But at the time, Ricciardi was widely lauded locally because after a messy split with Carlos Delgado, keeping Wells especially was seen as an article of faith with Blue Jays fans - even though the terms of the contract have now become a millstone around the franchise. And Anthopoulos, his replacement, was involved in the negotiations. Rios was cut; Wells has five years remaining on a $127-million deal.
Ricciardi's strength was filling in the edges with bargain basement free-agent signings and under-the-radar trades for players such as shortstop Marco Scutaro and pitcher Scott Downs. His major fault was spending money and "sunk costs," something high-payroll teams like the Yankees and Red Sox can afford to do. He gave Burnett an opt-out clause (giving in to an 11th hour demand), gave free-agent Frank Thomas a vesting option that ended up costing the club $8-million when he was cut in the second year of the deal, and had to swallow $15-million this year when Ryan was released with a year and a half left on his contract after a sudden drop in velocity and effectiveness. The Blue Jays also had to swallow some of Corey Koskie's $17-million deal when they traded him to the Milwaukee Brewers.
Ricciardi came in at a time when baseball was embroiled in a bizarre sort of civil war resulting from the publishing of the book Moneyball, in which author Michael Lewis went behind the scenes with the Athletics and trumpeted Beane's statistics-based system of management. Many of the book's anecdotes painted a harsh picture of old-time baseball guys, particularly scouts, as tobacco-chewing dinosaurs more comfortable with qualitative than quantitative analysis. One of Beane's tenets was that small and mid-market teams needed to focus on drafting as many close-to-major-league-ready players as possible, even if that meant eschewing higher-ceilinged high-school players.
Ricciardi was a proponent of that system initially and while Hill, Shaun Marcum, Adam Lind and Ricky Romero are products of it, Ricciardi has never lived down drafting Russ Adams with his first ever first-round pick and it was only this year that his choice of Romero ahead of shortstop Troy Tulowitzki stopped looking like one of the worst Blue Jays draft decisions of all time. By the end of his tenure, Ricciardi was no longer regarded as a Moneyball guy.
Ricciardi's personality emerged as an issue very quickly. His firing of long-time Blue Jays employees effectively ended a comfort zone that had surrounded the team stretching back to the mid-90s, and it didn't help that he and Godfrey contributed to the sense that he was coming in as what one former Blue Jays official called "the smartest kid in the class … when all he's doing is trying to invent the wheel."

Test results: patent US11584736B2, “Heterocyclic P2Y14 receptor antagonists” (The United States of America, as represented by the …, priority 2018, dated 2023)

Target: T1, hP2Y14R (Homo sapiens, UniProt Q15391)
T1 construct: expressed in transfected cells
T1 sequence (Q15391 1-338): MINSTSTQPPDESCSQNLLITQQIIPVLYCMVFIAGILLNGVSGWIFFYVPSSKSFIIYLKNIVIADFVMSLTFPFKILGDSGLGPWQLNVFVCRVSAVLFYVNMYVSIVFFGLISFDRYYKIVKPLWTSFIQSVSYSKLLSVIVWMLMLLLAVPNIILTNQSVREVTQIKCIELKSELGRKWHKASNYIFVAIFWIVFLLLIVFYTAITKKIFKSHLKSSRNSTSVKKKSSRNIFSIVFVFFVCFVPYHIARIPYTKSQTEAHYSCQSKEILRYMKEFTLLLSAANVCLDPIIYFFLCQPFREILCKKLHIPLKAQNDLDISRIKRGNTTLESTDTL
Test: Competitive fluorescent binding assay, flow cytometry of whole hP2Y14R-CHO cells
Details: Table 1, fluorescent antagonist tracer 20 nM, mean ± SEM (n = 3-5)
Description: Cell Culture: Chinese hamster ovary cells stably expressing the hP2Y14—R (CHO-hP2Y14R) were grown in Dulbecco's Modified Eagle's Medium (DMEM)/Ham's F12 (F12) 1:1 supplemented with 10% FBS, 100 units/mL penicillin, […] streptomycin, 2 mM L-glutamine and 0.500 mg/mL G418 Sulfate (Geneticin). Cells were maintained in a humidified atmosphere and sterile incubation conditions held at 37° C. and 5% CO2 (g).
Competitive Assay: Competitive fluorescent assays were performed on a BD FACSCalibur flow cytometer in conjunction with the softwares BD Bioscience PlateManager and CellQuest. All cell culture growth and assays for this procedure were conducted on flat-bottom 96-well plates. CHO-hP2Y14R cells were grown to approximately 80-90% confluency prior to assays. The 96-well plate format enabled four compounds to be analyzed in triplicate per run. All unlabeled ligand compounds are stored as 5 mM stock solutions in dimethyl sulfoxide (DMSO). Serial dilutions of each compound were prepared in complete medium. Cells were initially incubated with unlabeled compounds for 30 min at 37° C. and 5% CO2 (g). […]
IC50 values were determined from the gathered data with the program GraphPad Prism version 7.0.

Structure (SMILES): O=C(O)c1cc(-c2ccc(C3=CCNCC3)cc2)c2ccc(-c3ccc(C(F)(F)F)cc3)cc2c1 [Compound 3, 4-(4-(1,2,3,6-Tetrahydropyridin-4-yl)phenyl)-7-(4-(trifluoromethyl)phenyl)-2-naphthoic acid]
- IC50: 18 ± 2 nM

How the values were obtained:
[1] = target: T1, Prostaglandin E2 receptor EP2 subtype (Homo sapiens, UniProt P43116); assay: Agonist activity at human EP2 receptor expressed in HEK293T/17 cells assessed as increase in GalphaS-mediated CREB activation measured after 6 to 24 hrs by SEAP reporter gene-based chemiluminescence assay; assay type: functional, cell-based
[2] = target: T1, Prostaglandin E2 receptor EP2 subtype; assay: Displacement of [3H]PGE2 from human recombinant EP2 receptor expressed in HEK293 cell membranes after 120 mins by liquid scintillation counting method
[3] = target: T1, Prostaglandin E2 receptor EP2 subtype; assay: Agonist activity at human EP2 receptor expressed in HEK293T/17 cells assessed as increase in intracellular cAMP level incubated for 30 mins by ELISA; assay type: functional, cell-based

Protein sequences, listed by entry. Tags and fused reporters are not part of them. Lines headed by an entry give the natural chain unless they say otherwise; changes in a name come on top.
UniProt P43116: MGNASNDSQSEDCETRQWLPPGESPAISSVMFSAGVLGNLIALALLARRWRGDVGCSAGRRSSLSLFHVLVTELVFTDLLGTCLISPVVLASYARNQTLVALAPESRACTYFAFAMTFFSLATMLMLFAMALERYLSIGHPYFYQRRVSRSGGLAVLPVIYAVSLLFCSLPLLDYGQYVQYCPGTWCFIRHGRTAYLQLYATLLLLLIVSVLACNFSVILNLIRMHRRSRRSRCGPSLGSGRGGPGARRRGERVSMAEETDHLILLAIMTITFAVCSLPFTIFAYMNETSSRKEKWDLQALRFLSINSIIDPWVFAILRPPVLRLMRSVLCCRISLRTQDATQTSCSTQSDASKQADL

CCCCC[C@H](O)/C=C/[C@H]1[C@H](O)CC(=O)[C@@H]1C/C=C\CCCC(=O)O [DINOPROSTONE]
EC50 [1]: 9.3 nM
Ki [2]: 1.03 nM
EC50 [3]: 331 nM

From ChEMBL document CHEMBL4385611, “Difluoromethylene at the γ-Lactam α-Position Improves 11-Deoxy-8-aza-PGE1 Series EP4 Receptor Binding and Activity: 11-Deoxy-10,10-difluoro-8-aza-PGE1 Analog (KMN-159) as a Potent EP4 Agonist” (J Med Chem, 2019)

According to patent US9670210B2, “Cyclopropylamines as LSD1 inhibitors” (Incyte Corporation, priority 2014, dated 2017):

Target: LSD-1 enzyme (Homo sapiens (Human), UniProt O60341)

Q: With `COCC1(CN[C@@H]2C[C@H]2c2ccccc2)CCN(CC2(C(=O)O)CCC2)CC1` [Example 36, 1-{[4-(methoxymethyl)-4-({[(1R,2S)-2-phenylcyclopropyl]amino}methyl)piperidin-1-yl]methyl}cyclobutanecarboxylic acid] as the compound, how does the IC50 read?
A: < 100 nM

Ricciardi was outspoken, preceded Toronto Maple Leafs general manager Brian Burke in using the airwaves to his advantage (Ricciardi was a Fan 590 staple), and enjoyed a riposte. Much of that came from his New England background, where discussion of the Red Sox' trials and tribulations is part of the daily bread. But Ricciardi got his back up when he felt attacks became personal - particularly rankling at continued shots taken at him for moving his family back to Worcester, Mass., after just a year of living in Toronto.
Earlier this year, Beeston asked Ricciardi if he would consider moving his family to Toronto in order to become president of the team. It was not a job offer as much as an inquiry of interest, but Ricciardi said no.
Ricciardi was unafraid to use the media to further his agenda and was particularly at home currying favour with certain U.S.-based correspondents. In the Internet age, he was a dream to have on your side and a nightmare to work against. He treated some segments of the Toronto media rudely - writing off Ryan's elbow injury as a back problem three years ago led to his now-infamous assertion that "It's not a lie if we know the truth," - and while Halladay's availability at the trade deadline was pretty much a given from the start of the year, it was when Ricciardi openly discussed trading Halladay first with Danny Knobler of CBS Sportsline and then Ken Rosenthal of Fox Sports that the issue exploded.
But in the end, Ricciardi's dealings with the media have the stuff of parochial, inside-baseball skirmishes that would have mattered naught to the fans had his teams won.
But they didn't. The bottom line is that after eight years the Blue Jays are no closer to the postseason than they were when Ricciardi took over and they have a fan base that is almost completely disengaged.
This was the first step in changing that disengagement. The easiest step. It can't be the last.